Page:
For investors, 2017 will be remembered as the year in which cybersecurity due diligence moved from a nice to have to a must have. While WannaCry hit the news in the first half of the year, the latter half of 2017 has seen disclosure of ever more serious cyber breaches, from breaking news stories to delayed disclosures of previously concealed cyber events.
Several incidents made headlines in 2017, all of which outline different areas of vulnerability, gaps in response procedures, and approaches to disclosure and the repercussions thereof. The stories have their variances, but in every case, the moral is the same: the landscape is changing, threat actors are becoming more sophisticated, and there is no longer any question as to whether the threat of a cyberattack is real. Asset management firms can no longer cross their fingers and hope for the best – they must be prepared to implement and maintain security controls, and they must be prepared for the possibility that those controls may fail.
As always, we encourage investors to complete specific cybersecurity due diligence when onboarding and then maintaining an allocation to each external asset manager in a portfolio. For more information on Castle Hall’s cybersecurity diligence framework, our white paper “Evaluating an Asset Manager’s Cybersecurity Environment” - wonderful holiday reading! - is available here.
Perhaps the most shocking cyber event of 2017 was the Equifax breach. A server vulnerability - for which there was a published patch - was exploited, giving attackers access to the credit records of 145 million individuals. Testifying before Congress, Former CEO Richard Smith claimed he didn’t ask for a briefing on the incident for almost two weeks, and that he still didn’t know the scope of the problem another week later. He placed blame on the head of a single, unnamed employee for not applying the missing patch, while simultaneously maintaining that adequate institutional security procedures were in place and had been followed appropriately. There were other missteps - a temporary breach notification site was riddled with its own security flaws, and the official Equifax Twitter account even briefly directed consumers to a look-alike phishing site.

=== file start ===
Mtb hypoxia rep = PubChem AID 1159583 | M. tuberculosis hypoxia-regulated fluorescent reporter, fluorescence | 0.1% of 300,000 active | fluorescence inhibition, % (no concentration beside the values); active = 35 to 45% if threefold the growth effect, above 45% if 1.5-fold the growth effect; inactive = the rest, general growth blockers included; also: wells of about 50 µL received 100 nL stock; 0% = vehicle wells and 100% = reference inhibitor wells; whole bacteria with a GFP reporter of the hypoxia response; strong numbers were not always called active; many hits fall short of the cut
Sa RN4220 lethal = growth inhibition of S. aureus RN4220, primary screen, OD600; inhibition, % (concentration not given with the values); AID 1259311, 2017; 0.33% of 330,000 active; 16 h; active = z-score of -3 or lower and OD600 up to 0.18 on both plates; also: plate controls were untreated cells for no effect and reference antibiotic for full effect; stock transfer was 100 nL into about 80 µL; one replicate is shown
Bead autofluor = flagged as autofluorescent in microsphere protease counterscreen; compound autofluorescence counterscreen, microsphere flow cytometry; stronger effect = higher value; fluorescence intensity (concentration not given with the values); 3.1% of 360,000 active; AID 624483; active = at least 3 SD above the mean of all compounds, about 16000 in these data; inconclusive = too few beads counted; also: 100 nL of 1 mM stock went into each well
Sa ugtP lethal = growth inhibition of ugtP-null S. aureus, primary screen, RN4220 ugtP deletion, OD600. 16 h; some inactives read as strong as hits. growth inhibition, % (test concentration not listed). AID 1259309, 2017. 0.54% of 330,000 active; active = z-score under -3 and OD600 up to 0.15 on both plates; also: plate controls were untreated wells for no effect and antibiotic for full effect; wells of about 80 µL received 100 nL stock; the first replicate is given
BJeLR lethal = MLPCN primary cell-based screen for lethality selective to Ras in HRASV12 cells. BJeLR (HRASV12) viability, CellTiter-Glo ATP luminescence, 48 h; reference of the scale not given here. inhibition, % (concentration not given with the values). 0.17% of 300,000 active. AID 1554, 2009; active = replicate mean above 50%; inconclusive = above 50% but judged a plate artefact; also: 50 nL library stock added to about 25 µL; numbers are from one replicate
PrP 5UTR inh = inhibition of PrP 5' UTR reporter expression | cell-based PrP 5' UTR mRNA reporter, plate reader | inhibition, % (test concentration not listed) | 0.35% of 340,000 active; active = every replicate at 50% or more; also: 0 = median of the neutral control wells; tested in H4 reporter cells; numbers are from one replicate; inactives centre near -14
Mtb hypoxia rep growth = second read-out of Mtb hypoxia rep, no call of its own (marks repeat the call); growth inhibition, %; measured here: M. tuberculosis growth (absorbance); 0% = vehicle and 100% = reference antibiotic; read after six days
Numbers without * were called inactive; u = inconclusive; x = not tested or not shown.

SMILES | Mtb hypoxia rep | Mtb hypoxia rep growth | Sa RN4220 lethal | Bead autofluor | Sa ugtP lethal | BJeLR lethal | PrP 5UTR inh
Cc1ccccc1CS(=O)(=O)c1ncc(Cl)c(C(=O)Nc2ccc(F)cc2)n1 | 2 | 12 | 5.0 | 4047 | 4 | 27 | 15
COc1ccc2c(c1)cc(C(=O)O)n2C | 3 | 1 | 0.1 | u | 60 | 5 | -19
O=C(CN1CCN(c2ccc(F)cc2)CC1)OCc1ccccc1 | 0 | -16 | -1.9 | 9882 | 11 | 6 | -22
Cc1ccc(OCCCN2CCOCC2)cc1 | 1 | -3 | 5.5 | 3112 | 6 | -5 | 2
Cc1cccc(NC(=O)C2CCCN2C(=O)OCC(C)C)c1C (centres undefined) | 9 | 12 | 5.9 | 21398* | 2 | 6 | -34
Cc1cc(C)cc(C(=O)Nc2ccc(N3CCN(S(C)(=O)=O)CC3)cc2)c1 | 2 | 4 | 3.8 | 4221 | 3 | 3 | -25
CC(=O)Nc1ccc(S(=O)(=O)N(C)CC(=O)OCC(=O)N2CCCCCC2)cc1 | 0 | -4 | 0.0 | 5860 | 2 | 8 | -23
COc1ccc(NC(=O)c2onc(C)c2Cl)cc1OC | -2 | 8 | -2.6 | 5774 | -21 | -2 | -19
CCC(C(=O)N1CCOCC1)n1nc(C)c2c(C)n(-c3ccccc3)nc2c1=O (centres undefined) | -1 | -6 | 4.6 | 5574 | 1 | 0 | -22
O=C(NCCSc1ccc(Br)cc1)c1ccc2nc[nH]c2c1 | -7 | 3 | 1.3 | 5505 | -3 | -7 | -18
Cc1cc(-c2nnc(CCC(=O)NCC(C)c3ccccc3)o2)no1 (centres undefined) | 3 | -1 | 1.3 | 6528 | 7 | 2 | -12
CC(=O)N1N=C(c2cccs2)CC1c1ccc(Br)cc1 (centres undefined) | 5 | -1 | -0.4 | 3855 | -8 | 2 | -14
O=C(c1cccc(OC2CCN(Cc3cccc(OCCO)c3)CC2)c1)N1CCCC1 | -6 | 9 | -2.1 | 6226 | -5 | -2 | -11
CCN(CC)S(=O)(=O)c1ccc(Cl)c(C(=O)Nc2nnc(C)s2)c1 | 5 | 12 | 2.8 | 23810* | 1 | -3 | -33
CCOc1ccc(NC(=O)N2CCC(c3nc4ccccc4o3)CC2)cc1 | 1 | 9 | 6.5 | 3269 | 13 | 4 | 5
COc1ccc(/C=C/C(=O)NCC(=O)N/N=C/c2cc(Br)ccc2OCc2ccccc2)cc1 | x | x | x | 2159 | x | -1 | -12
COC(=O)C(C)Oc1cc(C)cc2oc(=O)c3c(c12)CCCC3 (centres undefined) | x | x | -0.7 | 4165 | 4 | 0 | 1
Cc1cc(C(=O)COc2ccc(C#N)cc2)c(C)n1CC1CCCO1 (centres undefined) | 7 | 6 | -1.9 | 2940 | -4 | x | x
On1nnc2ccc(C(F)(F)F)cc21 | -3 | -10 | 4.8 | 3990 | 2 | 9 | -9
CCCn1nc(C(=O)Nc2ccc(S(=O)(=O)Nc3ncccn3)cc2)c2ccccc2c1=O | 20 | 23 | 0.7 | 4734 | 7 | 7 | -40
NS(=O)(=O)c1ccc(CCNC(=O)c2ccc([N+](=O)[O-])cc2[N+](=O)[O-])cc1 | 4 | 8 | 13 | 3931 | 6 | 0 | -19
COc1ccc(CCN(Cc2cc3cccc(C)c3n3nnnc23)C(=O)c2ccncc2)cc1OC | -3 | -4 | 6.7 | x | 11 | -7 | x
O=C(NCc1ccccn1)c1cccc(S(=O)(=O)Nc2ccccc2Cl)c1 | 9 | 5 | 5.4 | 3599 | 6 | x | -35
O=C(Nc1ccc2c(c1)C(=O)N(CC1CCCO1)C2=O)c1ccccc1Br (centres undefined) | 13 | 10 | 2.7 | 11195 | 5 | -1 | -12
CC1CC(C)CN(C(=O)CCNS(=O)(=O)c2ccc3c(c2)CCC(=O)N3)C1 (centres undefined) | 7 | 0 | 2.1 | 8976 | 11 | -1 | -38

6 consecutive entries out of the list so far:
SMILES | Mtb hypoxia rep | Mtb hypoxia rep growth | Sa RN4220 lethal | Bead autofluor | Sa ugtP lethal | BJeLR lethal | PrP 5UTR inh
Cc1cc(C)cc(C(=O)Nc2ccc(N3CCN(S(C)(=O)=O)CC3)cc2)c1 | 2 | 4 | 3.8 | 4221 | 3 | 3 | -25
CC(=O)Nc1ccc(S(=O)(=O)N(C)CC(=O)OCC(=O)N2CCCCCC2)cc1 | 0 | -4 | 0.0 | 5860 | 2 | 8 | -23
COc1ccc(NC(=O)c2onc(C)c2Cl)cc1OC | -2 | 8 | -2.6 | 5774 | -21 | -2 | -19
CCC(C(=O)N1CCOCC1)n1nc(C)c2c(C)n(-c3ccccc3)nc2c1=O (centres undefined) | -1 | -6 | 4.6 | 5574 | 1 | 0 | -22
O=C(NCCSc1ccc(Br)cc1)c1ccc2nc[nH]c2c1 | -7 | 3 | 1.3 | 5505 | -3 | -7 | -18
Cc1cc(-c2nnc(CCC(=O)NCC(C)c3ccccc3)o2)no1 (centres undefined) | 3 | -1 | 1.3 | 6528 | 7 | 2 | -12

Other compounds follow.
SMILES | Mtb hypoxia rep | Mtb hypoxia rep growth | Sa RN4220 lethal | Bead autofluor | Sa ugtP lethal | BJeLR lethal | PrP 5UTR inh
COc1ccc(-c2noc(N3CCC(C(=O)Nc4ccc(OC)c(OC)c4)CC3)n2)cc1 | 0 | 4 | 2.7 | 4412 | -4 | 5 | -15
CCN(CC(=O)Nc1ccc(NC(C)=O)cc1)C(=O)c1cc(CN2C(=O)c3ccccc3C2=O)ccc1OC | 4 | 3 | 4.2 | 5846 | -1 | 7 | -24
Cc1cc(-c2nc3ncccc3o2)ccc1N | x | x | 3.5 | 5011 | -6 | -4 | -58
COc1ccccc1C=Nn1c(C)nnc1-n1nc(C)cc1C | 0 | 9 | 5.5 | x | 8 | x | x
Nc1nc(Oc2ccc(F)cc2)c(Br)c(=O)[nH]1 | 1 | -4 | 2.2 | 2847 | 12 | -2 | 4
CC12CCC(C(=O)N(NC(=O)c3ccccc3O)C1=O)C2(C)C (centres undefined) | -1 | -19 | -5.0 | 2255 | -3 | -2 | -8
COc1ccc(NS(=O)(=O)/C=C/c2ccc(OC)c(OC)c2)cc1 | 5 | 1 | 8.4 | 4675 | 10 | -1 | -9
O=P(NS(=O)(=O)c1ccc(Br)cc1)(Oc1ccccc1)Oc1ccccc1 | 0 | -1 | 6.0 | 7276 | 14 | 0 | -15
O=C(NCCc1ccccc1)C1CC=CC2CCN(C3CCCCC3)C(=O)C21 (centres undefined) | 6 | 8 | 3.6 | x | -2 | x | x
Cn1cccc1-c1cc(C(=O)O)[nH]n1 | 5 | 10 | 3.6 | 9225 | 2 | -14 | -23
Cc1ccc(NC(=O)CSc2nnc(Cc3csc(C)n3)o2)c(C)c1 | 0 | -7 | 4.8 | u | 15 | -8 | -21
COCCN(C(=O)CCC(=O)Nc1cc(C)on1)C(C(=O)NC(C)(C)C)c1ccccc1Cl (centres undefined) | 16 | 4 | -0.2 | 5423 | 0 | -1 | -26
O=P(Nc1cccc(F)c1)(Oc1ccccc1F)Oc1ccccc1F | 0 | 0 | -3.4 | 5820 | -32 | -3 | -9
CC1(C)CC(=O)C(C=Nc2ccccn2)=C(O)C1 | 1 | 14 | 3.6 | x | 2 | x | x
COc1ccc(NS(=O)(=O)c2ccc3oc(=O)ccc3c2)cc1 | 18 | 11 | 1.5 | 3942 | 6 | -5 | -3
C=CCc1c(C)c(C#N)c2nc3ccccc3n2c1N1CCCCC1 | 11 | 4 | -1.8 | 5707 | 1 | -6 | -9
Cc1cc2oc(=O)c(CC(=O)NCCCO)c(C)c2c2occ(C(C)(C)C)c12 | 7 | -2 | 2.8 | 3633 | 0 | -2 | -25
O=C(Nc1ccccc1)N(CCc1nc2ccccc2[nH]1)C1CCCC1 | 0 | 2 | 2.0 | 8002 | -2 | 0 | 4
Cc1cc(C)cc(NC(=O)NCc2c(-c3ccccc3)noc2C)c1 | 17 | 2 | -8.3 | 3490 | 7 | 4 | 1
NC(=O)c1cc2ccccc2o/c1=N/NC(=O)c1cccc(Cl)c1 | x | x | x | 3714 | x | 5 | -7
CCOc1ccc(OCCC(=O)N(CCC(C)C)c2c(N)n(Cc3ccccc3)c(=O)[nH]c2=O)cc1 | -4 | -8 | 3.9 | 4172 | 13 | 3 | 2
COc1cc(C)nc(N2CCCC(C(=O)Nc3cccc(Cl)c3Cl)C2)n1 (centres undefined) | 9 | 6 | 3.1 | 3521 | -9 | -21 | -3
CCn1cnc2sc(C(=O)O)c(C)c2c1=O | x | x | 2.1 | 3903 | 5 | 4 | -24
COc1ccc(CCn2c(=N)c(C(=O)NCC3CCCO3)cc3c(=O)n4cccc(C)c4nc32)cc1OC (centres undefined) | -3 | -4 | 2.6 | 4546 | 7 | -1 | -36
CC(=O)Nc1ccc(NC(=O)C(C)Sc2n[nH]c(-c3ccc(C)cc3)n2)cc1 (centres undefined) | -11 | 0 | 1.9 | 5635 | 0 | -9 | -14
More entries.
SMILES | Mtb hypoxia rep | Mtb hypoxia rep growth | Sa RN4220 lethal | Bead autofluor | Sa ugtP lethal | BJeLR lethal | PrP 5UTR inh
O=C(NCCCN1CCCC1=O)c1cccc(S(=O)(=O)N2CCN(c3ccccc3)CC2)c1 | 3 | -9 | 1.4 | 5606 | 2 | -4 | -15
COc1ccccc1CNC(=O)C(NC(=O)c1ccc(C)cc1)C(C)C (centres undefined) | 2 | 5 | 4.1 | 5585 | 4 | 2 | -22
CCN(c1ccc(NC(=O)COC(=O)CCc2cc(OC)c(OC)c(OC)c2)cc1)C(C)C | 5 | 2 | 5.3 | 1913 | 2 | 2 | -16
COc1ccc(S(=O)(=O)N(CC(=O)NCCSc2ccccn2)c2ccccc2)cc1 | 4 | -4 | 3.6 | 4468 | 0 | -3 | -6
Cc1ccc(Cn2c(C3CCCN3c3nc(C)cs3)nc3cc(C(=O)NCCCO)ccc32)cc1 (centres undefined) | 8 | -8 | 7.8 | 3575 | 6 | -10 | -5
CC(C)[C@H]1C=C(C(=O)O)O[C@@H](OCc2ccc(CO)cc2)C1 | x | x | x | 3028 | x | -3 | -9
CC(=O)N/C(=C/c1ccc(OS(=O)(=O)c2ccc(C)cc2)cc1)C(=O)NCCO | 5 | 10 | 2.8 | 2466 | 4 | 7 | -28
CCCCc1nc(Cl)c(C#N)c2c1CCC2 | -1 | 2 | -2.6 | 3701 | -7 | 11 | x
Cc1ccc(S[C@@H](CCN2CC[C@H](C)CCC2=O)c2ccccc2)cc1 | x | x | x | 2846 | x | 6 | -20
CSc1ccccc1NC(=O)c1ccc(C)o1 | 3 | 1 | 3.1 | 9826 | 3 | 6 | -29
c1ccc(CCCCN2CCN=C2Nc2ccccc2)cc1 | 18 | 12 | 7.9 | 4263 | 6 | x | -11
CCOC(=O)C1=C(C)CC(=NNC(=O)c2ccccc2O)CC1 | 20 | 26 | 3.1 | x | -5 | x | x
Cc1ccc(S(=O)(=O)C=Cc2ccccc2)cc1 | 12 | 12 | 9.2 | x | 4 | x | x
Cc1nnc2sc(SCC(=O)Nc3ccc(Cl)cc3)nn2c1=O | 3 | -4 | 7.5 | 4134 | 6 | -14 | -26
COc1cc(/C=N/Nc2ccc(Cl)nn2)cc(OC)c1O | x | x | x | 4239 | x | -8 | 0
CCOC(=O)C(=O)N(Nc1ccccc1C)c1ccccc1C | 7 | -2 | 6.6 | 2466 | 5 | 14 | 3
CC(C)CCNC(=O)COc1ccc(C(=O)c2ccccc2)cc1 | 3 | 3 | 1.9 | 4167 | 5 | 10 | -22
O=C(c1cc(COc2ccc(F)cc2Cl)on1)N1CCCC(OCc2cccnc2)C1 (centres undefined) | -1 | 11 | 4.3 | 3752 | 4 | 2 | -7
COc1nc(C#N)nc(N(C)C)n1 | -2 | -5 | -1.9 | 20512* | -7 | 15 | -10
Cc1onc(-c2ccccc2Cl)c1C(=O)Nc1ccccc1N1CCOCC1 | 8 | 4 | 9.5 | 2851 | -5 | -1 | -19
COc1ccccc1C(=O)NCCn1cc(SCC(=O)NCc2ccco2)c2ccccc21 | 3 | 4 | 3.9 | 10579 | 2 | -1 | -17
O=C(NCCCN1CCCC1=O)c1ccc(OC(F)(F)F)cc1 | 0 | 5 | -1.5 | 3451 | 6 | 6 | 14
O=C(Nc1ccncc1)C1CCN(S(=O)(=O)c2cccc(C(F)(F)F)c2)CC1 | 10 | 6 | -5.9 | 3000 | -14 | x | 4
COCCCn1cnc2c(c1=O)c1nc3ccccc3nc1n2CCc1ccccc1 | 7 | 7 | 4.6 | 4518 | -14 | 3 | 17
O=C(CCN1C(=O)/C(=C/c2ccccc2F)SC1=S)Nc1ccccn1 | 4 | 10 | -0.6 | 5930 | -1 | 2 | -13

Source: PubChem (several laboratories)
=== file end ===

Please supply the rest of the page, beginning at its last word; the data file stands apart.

Not only does this incident remind us of the responsibility inherent in the collection and storage of personal information, but it underlines the importance of planning, communication, and expertise in incident response protocols. It is alarmingly easy to exacerbate an already critical situation with inadequate and ill-considered measures.
Deloitte, a ‘Big 4’ auditor, also revealed this year that they had fallen victim to a data breach. The compromise of their e-mail infrastructure was traced back to a single administrator account, which had not been secured via two-factor authentication. It is assumed that Deloitte became aware of the incident in October of 2016, based on the timing of an internal communication mandating password and PIN resets for all US-based employees, but further details have been thin on the ground, even a year later. It is still unclear whether the administrator password at the root of the breach was obtained via social engineering or compromised in a brute force or pivot attack.
The takeaway: no organization is too big or too small to be targeted and breached. The chink in Deloitte’s armour would have had the same effect on an organization of any size – all firms must ensure that they have established, and can maintain, a consistent baseline of technical and procedural controls.
Perhaps the best example that anyone can be hacked was the disclosure from the SEC that their electronic filing system was likely exploited for illicit gain. The extent to which the EDGAR system may have been abused is still not clear.
An intriguing incident was the ‘Paradise Papers’, wherein the story wasn’t just the breach, but the data itself - a trove of documents leaked to media detailing the offshore tax strategies of wealthy individuals and multinational organizations. News outlets analysing and reporting on the data defended the confidentiality of their sources, considering the disclosures to be in the public interest – however, offshore legal firm Appleby, who were the largest single source of content within the Paradise Papers, staunchly maintained there had been no insider leak, and that materials disclosed were obtained illegally, a result of the efforts of ‘professional hackers’.